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  1. Counselling Services/
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Anxiety is a generalized mood similar to fear though with fear, there is a perceived threat. Anxious feelings often present in response to a more diffuse, potential threat or without an identified threat. Anxiety can also be described as a heightened sensitivity to possible threats in the environment often from past experience in a threatening place. In fact, anxiety was first documented in soldiers that returned from war.

Anxiety also shares many similar symptoms with depression including poor concentration and memory, irritability, fatigue, insomnia, and a sense of hopelessness. It is common for people who experience depression to also experience anxiety.

Some purely anxious symptoms include:

  • apprehension
  • tension
  • agitation
  • trembling
  • excessive worry
  • nightmares

Your GP is the first person you should speak to about anxiety if you are experiencing these symptoms. They can offer a listening ear and prescribe anti-anxiety medication. Often they will refer you for counselling because although the medication can improve mood regulation, there may be underlying issues within your life that left unaddressed may be fueling the anxiety.

Dealing with anxiety involves various strategies beyond medication. Mindfulness and relaxation techniques can be particularly effective. These practices help individuals focus on the present moment, reducing the impact of intrusive anxious thoughts. Techniques like deep breathing, meditation, and progressive muscle relaxation can alleviate symptoms of anxiety by promoting a state of calmness and mental clarity.

Counselling plays a crucial role in addressing the root causes of anxiety. A counsellor can provide a safe space for individuals to explore their thoughts and feelings, identify triggers, and develop coping strategies. Therapeutic approaches like Cognitive Behavioral Therapy (CBT), Eye Movement Desensitisation and Reprocessing (EMDR) and Internal Family Systems (IFS) therapy not only help in managing symptoms but also empowers individuals to understand and control their anxiety in the long term.


You may find that your continued involvement with a substance or activity, despite its negative consequences, is a sign of addiction, which requires understanding and addressing the roots of the issue in healthier ways.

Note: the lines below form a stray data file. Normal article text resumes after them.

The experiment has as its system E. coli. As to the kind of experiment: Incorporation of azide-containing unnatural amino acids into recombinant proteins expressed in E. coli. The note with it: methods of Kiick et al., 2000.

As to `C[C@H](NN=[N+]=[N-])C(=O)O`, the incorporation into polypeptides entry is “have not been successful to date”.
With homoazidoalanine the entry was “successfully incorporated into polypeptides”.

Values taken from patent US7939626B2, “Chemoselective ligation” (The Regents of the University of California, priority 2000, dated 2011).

Anger and Conflict
Conflict in relationships escalate through three stages: complaint is expressing dissatisfaction, criticism involves identifying recurring behavioral patterns, but contempt, the most toxic stage, attacks a person’s character, leading to a destructive ‘you versus me’ dynamic
In the heart-wrenching journey of grieving a loved one, counselling can be a vital support, helping individuals navigate the intense emotions associated with the Five Stages of Grief: Denial, Anger, Bargaining, Depression, and Acceptance.
If you are experiencing symptoms like persistent low mood, loss of interest in activities, and other emotional or physical changes, your GP can provide initial support and medication. Speaking with a counsellor can help identify the underlying factors and help you through.
Gender and Sexual Identity
If you have questions about your gender or sexuality, deeply intertwined with your self-identity, counselling can offer a supportive environment to enhance your self-awareness, navigate societal challenges, and gain a clearer understanding of your true self.
Panic Attacks
If you’re experiencing intense fear, palpitations, or other symptoms of panic attacks, seek help to process the contributing factors to the panic and explore core beliefs that may be adversly affecting your mental health.